Several cases before the U.S. Supreme Court this term touched environmental law, ranging from jurisdictional disputes over a state’s right to ban uranium mining to whether state or federal laws apply when hunting moose from a hovercraft along an Alaskan river. An unusual amount of cases navigate the intersection of environmental regulations and tribal sovereignty, the Court so far siding with tribes on the issues of state fuel tax exemptions and hunting rights. One pending case, Carpenter v. Murphy, is not explicitly environmental, but the answer to its core question has potentially seismic environmental implications: is the eastern half of Oklahoma still, technically, an Indian reservation? While the case primarily involves criminal jurisdiction, the degree to which the Court accepts or rejects this question may alter taxation, regulation, and even ownership of one of the most energy resource-rich regions in the country.

Secretary Bernhardt Says He Doesn’t Have a Duty to Fight Climate Change. He’s Wrong.

By John D. Leshy, Emeritus Professor, University of California, Hastings College of the Law Solicitor, Department of the Interior (1993-2001).
Wednesday, June 19, 2019

With the help of the U.S. Congress, the U.S. Department of the Interior (DOI) has had a long and proud history of tackling pressing challenges through responsible and inclusive management of America’s public lands. One might expect it would continue that tradition as climate change has become a major challenge confronting the nation.

Leadership of Women in the Environmental Movement

Leadership of Women in the Environmental Movement
By Helena Kilburn, Educational Programming Intern
Wednesday, June 12, 2019

Women have been leaders in every major movement, though their contributions all too often go unrecognized. The environmental movement is no exception. Women striving toward the betterment of this field have faced many challenges, but through skill and determination, they persevered. The environmental movement is over two centuries long with generations of women shaping policies and laws within the field. This blog features just a handful of the numerous women who paved the way for future environmentally conscious generations.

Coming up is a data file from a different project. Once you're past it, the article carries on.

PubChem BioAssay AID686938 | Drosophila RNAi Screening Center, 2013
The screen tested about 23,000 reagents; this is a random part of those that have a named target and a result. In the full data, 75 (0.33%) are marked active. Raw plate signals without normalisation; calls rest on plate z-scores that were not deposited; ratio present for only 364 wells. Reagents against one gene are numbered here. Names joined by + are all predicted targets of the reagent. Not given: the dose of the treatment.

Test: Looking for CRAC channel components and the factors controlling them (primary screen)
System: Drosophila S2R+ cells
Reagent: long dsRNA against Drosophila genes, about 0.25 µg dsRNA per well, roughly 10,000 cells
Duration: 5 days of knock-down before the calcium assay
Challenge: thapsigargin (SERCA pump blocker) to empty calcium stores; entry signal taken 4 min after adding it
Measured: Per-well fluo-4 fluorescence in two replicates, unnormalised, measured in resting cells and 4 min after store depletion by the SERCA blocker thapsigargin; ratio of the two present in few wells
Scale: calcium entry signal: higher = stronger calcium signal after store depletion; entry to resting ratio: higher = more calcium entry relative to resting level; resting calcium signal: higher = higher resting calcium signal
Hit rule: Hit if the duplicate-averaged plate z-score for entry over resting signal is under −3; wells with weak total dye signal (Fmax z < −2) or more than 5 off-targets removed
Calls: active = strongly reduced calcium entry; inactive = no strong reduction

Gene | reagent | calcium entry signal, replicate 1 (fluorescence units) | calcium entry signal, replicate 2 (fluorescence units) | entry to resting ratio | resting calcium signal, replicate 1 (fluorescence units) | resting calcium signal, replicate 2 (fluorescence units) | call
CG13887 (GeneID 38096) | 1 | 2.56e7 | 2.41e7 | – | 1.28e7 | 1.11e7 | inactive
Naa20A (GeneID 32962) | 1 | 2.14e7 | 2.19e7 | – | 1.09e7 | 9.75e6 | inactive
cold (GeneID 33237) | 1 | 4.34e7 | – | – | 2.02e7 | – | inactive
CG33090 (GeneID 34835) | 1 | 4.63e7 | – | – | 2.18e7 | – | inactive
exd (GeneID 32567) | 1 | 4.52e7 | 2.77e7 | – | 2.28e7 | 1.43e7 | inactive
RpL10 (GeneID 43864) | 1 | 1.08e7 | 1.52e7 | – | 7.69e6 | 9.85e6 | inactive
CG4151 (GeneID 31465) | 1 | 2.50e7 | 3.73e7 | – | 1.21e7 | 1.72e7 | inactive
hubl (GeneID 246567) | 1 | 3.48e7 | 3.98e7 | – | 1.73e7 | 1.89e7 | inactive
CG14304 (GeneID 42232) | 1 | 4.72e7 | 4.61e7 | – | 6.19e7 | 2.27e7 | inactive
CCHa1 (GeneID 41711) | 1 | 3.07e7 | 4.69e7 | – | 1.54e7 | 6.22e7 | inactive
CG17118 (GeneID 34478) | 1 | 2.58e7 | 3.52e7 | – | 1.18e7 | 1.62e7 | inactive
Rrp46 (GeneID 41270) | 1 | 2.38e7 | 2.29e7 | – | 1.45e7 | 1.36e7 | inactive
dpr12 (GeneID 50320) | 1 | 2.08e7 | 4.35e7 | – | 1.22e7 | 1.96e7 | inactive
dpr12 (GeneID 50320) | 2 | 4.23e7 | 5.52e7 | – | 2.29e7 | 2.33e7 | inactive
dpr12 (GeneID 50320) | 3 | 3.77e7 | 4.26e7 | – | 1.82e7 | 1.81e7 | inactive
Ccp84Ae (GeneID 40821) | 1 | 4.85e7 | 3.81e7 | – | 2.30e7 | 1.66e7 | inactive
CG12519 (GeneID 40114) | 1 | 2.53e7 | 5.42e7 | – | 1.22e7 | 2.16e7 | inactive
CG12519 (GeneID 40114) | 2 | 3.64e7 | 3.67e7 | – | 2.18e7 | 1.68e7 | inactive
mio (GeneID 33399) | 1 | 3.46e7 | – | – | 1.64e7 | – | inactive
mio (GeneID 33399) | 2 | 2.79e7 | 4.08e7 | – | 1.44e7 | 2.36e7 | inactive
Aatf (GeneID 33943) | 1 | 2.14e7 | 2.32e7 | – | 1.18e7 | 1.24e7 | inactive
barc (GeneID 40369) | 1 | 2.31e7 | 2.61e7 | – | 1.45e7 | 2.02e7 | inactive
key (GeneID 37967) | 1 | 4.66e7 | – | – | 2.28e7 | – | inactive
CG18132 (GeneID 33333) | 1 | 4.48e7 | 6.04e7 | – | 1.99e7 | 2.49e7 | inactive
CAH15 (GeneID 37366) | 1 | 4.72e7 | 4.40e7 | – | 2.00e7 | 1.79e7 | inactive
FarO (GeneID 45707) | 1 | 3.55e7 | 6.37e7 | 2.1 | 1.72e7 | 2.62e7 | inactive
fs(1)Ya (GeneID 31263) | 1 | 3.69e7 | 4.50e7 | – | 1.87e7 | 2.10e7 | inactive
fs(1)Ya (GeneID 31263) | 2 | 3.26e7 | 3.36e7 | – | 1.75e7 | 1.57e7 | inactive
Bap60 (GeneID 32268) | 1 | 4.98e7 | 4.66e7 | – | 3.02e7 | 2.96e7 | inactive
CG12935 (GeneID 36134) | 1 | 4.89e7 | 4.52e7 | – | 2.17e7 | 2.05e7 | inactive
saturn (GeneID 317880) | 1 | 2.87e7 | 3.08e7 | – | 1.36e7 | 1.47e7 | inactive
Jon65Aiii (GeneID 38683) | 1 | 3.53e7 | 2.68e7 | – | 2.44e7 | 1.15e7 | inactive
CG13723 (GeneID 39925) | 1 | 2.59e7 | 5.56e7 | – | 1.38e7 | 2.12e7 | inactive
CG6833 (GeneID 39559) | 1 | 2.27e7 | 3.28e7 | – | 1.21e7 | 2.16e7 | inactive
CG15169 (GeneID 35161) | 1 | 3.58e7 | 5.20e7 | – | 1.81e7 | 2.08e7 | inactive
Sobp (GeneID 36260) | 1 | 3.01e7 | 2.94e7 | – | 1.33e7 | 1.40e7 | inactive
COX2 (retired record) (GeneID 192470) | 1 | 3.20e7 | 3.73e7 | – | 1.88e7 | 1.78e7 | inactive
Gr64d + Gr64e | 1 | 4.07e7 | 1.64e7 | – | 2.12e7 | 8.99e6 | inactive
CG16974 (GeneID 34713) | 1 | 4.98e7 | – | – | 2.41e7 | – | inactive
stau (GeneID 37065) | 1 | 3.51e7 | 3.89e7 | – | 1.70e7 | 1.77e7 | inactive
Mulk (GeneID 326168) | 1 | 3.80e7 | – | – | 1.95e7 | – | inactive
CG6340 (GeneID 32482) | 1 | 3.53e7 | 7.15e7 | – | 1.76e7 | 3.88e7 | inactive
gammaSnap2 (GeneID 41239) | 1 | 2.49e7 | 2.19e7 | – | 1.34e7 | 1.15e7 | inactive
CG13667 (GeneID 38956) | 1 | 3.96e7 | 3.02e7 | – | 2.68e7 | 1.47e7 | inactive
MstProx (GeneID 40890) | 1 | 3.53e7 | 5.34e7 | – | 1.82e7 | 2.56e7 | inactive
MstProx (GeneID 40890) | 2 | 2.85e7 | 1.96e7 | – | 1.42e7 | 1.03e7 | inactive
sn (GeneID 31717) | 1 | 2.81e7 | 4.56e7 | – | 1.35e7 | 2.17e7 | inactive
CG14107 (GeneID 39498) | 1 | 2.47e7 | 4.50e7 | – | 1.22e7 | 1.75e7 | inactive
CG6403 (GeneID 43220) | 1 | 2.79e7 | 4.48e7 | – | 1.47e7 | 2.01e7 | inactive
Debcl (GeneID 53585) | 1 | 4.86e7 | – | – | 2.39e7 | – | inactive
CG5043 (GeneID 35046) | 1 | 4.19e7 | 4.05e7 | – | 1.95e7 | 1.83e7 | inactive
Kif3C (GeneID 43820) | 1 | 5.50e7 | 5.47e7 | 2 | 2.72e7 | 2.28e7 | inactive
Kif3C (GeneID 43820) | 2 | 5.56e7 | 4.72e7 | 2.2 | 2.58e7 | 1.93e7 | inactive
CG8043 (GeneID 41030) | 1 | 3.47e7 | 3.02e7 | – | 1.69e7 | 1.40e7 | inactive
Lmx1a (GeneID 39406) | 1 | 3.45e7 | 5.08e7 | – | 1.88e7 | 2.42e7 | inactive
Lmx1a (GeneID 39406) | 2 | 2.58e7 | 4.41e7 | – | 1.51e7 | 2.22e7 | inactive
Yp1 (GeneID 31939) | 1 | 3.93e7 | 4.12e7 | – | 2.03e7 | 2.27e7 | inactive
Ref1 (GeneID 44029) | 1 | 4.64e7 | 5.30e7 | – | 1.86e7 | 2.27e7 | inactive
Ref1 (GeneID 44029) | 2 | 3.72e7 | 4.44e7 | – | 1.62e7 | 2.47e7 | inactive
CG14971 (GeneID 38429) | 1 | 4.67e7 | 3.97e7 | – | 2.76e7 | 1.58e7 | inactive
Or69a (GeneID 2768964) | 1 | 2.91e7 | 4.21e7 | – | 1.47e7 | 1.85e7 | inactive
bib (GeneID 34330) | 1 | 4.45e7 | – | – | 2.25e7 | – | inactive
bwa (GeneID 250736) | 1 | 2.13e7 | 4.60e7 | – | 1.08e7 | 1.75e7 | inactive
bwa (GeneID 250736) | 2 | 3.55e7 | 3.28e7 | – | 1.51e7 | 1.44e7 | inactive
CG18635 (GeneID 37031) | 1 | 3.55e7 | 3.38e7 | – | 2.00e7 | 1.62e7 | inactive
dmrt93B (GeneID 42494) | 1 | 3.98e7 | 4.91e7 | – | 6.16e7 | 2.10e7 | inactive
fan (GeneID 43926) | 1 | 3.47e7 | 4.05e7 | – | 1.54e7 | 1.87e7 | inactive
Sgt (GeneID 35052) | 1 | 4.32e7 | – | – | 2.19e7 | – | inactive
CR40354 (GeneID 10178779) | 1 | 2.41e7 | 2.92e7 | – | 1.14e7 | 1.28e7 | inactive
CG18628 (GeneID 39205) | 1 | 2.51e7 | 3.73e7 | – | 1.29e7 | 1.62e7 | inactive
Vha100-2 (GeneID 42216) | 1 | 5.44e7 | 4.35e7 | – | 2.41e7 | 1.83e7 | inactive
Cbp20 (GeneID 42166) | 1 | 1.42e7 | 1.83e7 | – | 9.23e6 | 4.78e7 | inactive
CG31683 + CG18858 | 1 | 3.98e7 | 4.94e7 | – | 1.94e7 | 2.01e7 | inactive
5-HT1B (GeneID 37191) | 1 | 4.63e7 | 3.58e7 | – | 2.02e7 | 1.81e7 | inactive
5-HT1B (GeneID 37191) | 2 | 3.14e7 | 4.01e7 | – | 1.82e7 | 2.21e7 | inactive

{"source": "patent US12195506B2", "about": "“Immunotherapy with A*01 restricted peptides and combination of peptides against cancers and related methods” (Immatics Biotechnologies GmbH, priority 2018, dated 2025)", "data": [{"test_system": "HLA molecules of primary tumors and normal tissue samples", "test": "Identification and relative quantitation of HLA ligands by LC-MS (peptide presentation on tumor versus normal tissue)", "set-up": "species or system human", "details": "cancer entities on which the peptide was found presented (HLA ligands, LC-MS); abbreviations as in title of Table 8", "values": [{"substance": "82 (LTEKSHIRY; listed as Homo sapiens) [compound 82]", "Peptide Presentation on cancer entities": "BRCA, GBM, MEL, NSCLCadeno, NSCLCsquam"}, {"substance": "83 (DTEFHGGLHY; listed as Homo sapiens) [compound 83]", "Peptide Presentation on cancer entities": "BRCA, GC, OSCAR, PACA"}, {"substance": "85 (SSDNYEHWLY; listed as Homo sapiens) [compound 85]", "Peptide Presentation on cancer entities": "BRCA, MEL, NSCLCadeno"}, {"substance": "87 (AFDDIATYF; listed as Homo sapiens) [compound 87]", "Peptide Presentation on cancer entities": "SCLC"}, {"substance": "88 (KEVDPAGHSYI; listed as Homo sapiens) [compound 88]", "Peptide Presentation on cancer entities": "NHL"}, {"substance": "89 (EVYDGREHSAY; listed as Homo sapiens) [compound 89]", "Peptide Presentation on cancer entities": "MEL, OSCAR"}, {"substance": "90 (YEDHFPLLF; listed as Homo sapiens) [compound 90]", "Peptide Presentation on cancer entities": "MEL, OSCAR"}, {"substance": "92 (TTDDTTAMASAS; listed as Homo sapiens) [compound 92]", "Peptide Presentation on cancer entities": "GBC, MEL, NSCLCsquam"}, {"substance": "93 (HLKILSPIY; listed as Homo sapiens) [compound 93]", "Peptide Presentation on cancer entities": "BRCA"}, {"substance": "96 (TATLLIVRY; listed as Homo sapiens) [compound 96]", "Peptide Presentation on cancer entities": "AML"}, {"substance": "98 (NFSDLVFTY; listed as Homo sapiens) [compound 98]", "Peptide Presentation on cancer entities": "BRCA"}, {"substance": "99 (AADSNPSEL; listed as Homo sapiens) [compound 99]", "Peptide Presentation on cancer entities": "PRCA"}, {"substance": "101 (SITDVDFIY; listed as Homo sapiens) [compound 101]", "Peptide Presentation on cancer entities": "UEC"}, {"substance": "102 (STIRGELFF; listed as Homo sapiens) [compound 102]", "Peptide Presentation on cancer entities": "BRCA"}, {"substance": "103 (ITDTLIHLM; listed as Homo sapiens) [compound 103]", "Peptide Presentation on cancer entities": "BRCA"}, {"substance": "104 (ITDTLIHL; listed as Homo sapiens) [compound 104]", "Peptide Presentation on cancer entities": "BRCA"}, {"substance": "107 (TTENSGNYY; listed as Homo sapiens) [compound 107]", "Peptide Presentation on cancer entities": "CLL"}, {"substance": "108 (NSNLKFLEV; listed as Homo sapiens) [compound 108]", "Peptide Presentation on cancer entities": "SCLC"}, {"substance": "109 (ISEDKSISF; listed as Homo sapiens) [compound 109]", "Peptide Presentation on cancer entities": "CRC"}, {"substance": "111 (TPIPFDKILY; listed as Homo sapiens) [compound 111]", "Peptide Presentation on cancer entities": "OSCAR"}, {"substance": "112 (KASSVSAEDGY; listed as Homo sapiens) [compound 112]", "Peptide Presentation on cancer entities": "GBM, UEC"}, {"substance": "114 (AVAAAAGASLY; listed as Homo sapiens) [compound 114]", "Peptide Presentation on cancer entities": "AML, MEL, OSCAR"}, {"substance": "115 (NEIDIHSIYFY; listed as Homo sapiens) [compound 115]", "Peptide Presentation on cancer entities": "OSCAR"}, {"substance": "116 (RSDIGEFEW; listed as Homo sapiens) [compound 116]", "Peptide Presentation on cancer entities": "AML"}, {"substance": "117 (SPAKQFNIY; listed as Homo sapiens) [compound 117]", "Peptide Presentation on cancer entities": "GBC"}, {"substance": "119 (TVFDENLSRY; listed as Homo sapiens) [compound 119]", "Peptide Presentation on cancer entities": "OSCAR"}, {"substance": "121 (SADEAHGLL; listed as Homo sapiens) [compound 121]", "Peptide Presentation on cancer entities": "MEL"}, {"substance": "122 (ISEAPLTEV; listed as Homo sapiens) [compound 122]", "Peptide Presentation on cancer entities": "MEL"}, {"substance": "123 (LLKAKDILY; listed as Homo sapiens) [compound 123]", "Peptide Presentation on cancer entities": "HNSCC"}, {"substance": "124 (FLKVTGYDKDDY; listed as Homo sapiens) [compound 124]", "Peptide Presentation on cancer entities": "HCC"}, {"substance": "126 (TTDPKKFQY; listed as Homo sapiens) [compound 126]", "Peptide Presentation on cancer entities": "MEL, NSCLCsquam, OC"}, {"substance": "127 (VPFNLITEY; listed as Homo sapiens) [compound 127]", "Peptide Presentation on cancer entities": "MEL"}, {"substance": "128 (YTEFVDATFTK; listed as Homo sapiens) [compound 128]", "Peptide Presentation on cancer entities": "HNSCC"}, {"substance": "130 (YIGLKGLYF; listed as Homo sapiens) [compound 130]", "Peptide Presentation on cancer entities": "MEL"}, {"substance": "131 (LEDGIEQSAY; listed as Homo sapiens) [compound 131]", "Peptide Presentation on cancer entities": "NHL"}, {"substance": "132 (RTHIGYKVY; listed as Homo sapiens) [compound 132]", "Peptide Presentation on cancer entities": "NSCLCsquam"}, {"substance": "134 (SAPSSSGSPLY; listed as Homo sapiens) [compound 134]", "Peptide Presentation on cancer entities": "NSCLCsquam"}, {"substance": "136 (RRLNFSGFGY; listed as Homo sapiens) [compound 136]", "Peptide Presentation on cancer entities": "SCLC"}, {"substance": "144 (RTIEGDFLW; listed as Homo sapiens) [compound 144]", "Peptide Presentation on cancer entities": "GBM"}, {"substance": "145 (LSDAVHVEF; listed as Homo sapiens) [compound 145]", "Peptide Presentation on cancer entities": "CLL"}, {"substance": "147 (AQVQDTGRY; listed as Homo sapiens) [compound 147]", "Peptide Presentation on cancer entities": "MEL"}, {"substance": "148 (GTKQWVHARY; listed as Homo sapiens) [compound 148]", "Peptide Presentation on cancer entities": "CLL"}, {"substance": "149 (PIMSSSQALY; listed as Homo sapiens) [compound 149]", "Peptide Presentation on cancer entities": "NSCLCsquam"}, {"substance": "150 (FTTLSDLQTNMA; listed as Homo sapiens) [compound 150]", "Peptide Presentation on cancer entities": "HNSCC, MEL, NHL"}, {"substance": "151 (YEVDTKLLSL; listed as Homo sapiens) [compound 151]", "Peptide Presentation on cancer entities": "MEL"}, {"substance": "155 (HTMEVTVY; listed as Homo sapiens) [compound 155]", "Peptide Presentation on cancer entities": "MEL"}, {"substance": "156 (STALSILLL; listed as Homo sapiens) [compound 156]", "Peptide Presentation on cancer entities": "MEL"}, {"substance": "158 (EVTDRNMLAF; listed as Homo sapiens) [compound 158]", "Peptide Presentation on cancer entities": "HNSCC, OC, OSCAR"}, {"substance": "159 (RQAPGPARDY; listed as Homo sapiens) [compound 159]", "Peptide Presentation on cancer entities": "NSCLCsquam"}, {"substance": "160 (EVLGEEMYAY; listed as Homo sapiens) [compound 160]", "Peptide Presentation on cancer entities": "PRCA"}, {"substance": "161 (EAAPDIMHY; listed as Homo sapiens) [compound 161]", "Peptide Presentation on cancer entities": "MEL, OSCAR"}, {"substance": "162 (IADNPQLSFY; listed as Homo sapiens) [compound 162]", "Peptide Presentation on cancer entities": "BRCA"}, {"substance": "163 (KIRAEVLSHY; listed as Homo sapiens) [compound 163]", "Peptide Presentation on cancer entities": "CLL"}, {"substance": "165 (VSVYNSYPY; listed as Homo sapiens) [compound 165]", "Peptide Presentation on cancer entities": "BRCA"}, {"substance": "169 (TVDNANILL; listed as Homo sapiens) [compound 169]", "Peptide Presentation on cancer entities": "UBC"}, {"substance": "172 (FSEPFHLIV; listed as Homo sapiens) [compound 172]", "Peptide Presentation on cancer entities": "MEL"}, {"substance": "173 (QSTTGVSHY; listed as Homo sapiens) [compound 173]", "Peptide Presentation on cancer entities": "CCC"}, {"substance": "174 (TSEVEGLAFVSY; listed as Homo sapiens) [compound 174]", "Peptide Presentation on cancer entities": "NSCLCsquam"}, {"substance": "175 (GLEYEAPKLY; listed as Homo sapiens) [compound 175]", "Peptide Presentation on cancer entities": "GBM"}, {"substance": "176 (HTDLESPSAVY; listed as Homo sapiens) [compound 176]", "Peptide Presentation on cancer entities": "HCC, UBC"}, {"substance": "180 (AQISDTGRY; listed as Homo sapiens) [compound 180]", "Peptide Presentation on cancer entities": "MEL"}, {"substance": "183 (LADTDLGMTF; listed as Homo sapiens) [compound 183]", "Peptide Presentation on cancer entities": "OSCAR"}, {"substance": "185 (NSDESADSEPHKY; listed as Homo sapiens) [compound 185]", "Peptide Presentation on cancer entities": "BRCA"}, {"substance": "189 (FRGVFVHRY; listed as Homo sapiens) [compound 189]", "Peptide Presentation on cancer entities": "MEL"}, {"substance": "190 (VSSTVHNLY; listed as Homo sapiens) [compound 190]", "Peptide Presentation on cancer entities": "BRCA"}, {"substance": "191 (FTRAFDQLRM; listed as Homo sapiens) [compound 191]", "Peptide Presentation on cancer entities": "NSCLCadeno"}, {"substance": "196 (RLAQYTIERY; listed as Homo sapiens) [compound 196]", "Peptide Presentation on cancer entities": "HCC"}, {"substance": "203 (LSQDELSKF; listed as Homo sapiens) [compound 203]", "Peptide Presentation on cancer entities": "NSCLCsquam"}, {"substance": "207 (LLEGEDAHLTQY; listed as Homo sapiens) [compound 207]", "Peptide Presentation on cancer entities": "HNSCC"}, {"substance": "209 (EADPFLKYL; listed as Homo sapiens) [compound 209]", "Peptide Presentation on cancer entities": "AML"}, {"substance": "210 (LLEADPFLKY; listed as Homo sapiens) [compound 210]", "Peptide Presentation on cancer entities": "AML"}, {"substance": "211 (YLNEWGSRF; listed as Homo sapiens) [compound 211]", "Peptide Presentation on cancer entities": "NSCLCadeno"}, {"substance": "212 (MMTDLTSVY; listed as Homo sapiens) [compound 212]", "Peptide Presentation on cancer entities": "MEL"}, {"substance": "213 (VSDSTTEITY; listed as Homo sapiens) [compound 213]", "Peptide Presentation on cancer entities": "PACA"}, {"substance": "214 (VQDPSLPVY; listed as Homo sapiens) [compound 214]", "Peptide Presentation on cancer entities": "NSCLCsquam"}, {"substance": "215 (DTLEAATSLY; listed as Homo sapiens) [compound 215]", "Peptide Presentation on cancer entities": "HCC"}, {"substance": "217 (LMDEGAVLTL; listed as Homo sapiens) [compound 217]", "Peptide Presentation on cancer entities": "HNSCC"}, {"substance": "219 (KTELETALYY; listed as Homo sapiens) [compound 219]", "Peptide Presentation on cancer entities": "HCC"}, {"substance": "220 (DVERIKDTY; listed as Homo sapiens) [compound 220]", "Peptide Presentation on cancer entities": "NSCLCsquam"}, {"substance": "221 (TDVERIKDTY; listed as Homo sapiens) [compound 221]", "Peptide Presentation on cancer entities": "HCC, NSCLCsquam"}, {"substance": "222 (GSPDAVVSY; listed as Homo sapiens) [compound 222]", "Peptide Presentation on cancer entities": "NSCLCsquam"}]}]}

Proposed Revisions to Improve and Modernize CEQ’s NEPA Regulations

Monday, June 10, 2019

In 2018, the Council on Environmental Quality (CEQ) announced its intentions to revisit and revise its 40-year-old NEPA regulations, following Pres. Donald Trump’s call in Executive Order No. 13807 to modernize the environmental review and authorization process. CEQ issued an advanced notice of proposed rulemaking last June and is now expected to send its proposal to the White House shortly.

Gender and the Environment

ELI 50th anniversary logo
By Lynn L. Bergeson, Managing Partner, Bergeson & Campbell, P.C., and Lorentz Hansen, Legal Assistant/Paralegal, Acta Group
Friday, June 7, 2019

Many have argued that gender equality and women’s empowerment are essential to advancement in many areas of life, such as business, health, and education. This brief blog post posits that the field of sustainable development and environmental protection are no different. Gender equality and, more particularly, women’s empowerment, are critical to achieving sustainable development across the globe. It is not a one-size-fits-all proposition, and the gender differences and deeply rooted policies that perpetuate inequality differ from region to region.

On the 20th Anniversary of Climate Change Law, Where Do We Go From Here?

ELI 50th Anniversary logo
Friday, May 31, 2019

Any self-respecting environmental lawyer knows, 2019 marks a major anniversary for environmental law: the Cuyahoga River fire of 1969. While we note the anniversary today, I doubt onlookers in Cleveland appreciated at the time that it would give rise to a five-decade era of environmental lawmaking.

All blog posts are the opinion of its author(s) and do not necessarily reflect the views of ELI the organization or its members.